The five primary elements to consider when implementing lean manufacturing are manufacturing flow, organization, process control, metrics, and logistics (Mondragon, Lyons, Michaelides, Kehoe, 2006). These elements represent the variety of aspects needed to sustain a successful lean supplier enablement and manufacturing implementation program and are briefly defined here. Manufacturing flow by definition addresses physical changes and design standards. Organization identifies people's roles/functions, training in new ways of working, and communication. Process control is directed at monitoring, controlling, stabilizing, and pursuing ways to improve the process. Metrics addresses visible results-based performance measures, targeted improvement, and team rewards/recognition. Logistics provide the definition for operating rules and mechanisms for planning and controlling the flow of material. Clearly there is a need for intensive coordination and synchronization of these activities to attain lean objectives within a supply chain, and more broadly, throughout t a manufacturing organizations' network of suppliers, resellers, partners and dealers (Harland, 1996). In addition to the quote-to-order process, the forecasting process has been extensively analyzed by both industry practitioners and academicians as these two specific processes require high levels of supply chain collaboration (Jain, 2002). The heavy reliance on collaboration across the enterprise is critical for both these process areas of forecasting and quote-to-order to be profitably executed over time (Singh, Goodie, and Popplewell 2007). Implicit in what this specific team of researchers found (Singh, Goodie, and Popplewell 2007) is the observation that the higher the level of integration of forecasting and quote-to-order processes across a given supply chain the higher the level of Return on Investment (ROI) attained across supply chains. When automotive manufacturers are segmented as having lean manufacturing strategies in place that contribute to a DDSN model set of dynamics occurring, there is a correspondingly higher level of market valuation created over time as well (O'Marah, 2004),

Attaining best practices in these and other process areas that are integral to lean manufacturing's supply and value chains begins with embracing a lean enterprise vision for the enterprise first. In attaining this vision of a lean enterprise, manufacturers and their suppliers inevitably begin pursuing higher levels of supply chain visibility, greater levels of collaboration with customers, and increasingly greater levels of real-time integration of manufacturing flow, organization, process control, metrics and logistics throughout sourcing, pricing, manufacturing, and service systems. All of these advantages are combining to deliver higher product quality levels in the process. A lean enterprise is one that aligns itself to the goal of being as responsive and as accurate as possible in all responses to customers and eliminating the many forms of waste, both for resources and time (Oliver, Delbridge, Jones, Lowe, 1994).In defining lean processes, the catalyst for changing processes centers on reducing the many forms of waste and concentrates on how to create a greater value by removing all barriers to accomplishing manufacturers' and suppliers' lean objectives. There are seven types of waste lean manufacturing can assist in alleviating in making manufacturers more efficient and centered on better serving their customers, attaining their goals in the process:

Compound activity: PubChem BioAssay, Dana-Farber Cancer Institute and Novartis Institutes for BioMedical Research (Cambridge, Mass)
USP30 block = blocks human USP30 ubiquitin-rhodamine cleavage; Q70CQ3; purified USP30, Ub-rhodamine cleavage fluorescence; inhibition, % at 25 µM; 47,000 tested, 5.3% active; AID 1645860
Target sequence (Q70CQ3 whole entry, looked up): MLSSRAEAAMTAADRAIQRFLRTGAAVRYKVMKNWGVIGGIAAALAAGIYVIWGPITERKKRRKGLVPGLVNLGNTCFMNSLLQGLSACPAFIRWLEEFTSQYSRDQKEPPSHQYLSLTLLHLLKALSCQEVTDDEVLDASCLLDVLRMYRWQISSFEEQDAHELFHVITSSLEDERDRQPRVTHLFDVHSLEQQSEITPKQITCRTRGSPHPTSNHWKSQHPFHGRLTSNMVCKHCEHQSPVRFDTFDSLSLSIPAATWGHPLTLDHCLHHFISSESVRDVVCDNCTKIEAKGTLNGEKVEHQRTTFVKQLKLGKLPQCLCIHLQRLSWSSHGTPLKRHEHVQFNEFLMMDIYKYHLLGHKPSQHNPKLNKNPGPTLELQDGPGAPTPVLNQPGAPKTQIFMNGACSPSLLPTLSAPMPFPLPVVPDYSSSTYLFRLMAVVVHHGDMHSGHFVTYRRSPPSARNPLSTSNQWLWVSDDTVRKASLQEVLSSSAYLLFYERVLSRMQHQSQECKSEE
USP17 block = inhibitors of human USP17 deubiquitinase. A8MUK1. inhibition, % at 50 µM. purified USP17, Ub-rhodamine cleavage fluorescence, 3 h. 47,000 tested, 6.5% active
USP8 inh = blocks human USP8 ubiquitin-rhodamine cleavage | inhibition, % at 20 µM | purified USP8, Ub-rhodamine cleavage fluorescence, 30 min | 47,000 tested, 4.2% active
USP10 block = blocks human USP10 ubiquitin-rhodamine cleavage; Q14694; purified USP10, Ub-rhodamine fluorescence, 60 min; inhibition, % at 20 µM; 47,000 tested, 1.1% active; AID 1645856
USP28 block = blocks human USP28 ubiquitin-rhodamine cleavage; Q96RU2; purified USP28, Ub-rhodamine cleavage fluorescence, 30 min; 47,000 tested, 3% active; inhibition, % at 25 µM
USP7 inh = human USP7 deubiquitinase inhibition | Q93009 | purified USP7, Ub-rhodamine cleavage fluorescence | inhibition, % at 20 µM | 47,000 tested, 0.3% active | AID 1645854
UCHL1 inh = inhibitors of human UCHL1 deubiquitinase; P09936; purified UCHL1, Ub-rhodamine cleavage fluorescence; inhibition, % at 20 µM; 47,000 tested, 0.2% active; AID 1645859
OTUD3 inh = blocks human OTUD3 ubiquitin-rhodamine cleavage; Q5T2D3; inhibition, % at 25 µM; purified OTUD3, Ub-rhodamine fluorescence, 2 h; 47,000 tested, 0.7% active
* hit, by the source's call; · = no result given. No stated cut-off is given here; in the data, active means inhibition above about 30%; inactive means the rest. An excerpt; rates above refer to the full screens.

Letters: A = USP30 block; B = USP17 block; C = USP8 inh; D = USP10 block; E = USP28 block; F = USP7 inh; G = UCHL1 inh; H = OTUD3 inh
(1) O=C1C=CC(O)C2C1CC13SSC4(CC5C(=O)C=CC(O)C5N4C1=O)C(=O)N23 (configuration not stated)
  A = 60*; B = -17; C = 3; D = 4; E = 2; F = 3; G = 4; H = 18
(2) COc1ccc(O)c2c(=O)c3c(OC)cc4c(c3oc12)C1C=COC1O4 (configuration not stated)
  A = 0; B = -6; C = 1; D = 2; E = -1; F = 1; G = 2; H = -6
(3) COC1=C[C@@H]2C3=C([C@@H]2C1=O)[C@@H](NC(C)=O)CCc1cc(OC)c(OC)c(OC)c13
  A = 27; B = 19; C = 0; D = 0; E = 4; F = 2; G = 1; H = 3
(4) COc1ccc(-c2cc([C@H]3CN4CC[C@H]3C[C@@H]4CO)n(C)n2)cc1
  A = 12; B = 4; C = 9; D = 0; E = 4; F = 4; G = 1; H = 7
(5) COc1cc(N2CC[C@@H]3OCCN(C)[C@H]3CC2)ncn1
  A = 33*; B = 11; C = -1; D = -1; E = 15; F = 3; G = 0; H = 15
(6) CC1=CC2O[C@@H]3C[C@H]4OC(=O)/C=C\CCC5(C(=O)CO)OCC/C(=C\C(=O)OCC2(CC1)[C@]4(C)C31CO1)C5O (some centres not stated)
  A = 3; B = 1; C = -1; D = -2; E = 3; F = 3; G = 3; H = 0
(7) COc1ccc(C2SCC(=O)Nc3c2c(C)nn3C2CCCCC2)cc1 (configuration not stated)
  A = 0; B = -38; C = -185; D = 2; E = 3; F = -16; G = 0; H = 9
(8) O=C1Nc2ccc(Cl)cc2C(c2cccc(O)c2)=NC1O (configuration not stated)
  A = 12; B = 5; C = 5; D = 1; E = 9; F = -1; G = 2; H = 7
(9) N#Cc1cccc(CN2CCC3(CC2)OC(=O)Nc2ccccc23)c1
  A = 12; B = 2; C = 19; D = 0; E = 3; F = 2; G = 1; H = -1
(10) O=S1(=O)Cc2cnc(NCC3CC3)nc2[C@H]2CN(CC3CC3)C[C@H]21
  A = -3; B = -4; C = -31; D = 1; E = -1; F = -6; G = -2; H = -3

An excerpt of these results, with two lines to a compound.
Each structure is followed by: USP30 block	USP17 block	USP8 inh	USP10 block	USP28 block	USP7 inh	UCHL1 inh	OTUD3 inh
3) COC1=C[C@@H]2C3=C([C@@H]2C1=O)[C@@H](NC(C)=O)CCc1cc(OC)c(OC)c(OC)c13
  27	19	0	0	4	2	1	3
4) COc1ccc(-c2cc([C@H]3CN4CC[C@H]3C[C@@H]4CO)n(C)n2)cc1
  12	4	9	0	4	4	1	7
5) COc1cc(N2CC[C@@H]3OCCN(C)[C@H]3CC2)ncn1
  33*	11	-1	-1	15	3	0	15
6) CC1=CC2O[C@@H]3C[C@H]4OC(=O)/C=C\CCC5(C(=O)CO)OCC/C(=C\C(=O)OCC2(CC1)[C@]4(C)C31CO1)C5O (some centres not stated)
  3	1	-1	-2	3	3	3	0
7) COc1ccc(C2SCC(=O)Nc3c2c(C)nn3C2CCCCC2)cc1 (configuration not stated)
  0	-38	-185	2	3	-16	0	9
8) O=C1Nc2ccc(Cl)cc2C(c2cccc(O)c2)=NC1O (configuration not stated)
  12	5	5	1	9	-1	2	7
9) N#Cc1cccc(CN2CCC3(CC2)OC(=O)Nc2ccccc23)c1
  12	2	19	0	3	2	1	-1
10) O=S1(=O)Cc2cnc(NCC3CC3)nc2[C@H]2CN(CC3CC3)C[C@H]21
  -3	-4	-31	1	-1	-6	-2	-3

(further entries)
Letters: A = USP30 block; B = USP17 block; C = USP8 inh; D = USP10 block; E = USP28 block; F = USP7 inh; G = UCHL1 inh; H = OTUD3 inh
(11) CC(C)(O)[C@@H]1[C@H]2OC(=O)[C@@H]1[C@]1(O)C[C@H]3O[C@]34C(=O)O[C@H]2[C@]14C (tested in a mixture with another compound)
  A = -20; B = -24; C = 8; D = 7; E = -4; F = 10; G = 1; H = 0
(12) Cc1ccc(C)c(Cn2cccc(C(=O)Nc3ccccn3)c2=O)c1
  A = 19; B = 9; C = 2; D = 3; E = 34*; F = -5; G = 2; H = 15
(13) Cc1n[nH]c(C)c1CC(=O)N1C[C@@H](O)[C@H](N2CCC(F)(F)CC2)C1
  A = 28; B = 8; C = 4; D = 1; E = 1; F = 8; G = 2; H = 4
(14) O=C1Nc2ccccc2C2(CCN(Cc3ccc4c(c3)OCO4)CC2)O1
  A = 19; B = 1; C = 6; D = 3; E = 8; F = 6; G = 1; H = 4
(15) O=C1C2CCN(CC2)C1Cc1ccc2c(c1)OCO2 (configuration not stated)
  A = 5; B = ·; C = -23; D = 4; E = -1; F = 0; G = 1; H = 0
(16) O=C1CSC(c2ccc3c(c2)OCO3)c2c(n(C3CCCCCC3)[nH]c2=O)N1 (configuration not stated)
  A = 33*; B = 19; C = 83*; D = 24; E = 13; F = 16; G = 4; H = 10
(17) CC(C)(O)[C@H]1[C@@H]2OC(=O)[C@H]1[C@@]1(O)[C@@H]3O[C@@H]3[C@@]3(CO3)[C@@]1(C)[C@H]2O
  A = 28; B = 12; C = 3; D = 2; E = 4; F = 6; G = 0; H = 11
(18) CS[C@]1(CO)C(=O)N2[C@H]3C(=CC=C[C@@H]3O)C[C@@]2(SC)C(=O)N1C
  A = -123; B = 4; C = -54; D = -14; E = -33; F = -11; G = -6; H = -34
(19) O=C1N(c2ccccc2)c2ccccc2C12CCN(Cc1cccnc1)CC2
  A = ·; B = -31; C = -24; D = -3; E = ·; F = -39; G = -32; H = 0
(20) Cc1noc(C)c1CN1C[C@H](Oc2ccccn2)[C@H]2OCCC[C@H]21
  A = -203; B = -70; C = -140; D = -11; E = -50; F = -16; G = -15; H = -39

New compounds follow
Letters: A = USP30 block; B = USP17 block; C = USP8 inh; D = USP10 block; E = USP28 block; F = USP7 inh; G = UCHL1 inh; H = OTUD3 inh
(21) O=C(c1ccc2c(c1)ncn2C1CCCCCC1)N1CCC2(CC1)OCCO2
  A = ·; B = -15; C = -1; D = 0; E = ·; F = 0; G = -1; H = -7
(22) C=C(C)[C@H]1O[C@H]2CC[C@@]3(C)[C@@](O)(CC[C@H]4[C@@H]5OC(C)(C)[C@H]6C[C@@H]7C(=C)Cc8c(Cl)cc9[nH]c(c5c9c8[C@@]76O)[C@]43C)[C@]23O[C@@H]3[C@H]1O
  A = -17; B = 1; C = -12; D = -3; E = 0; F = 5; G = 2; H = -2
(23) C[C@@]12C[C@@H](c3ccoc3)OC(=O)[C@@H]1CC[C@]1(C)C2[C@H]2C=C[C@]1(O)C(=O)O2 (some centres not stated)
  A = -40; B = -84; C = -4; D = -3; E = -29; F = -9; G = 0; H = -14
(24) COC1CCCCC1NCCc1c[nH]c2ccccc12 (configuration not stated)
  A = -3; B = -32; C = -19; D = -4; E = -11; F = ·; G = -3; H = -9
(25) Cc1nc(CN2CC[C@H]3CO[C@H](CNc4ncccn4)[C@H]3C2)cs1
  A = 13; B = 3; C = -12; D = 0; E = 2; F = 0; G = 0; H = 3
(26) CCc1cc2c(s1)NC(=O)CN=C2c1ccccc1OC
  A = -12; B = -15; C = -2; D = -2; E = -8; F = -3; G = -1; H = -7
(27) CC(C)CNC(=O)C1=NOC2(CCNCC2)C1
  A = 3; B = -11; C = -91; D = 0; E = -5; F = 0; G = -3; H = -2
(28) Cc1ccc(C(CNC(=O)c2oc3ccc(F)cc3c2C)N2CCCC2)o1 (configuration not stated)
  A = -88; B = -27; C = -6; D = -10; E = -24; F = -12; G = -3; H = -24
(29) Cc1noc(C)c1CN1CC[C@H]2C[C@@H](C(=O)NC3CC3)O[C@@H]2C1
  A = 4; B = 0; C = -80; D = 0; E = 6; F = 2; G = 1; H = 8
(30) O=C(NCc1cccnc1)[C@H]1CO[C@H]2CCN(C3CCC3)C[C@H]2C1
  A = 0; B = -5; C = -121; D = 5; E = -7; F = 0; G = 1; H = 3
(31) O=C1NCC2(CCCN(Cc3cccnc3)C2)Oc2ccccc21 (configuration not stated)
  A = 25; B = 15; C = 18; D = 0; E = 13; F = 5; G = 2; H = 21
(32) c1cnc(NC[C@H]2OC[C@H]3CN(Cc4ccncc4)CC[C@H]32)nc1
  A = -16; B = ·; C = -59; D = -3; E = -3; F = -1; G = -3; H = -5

Waste of overproducing: Producing components that are neither intended for stock nor planned for sale immediately.

Waste of waiting: Refers to the idle time between operations.

Waste of transport: Moving material more than necessary.

Waste of processing: Doing more to the product than necessary and the customer is willing to pay.

Waste of inventory: Excess of stock from raw materials to finished goods.

Waste of motion: Any motion that is not necessary to the completion of an operation.

Waste of defects and spoilage: Defective parts that are produced and need to be reworked.

Overcoming the Barriers to Accomplishing Lean Process Improvement and Optimisation

The greatest challenges in implementing a process-driven lean strategy is attacking those processes that cause one of the seven types of waste first, and second, creating a more synchronized supply chain, fulfillment, and service chain series of strategies. When one considers the work completed by AMR Research, Gartner, and the research completed by MIT's Lean Aerospace Initiative (Bennett, 2003) in addition to MIT's Center for Transportation and Logistics it becomes clear that the same barriers to change are more process- than customer-centric and require a change in how manufacturing is perceived - not as a cost but as a means of better serving customers. From the accumulated work of the sources mentioned, here are the major barriers to manufacturers being able to transform themselves into a lean enterprise:

Need for greater levels of ownership at the CEO-Level to force change to existing processes. What is consistent across industry advisory firms is the fact that all three rank the lack of urgency and lack of support for lean initiatives at the C-level as the major reason why so many companies fail to become lean enterprises. As the self-scoring survey in this paper will show, the lack of support and vision at the top of an organization actually encourages more siloed-based approaches to managing lean initiatives at the lower levels of the organization.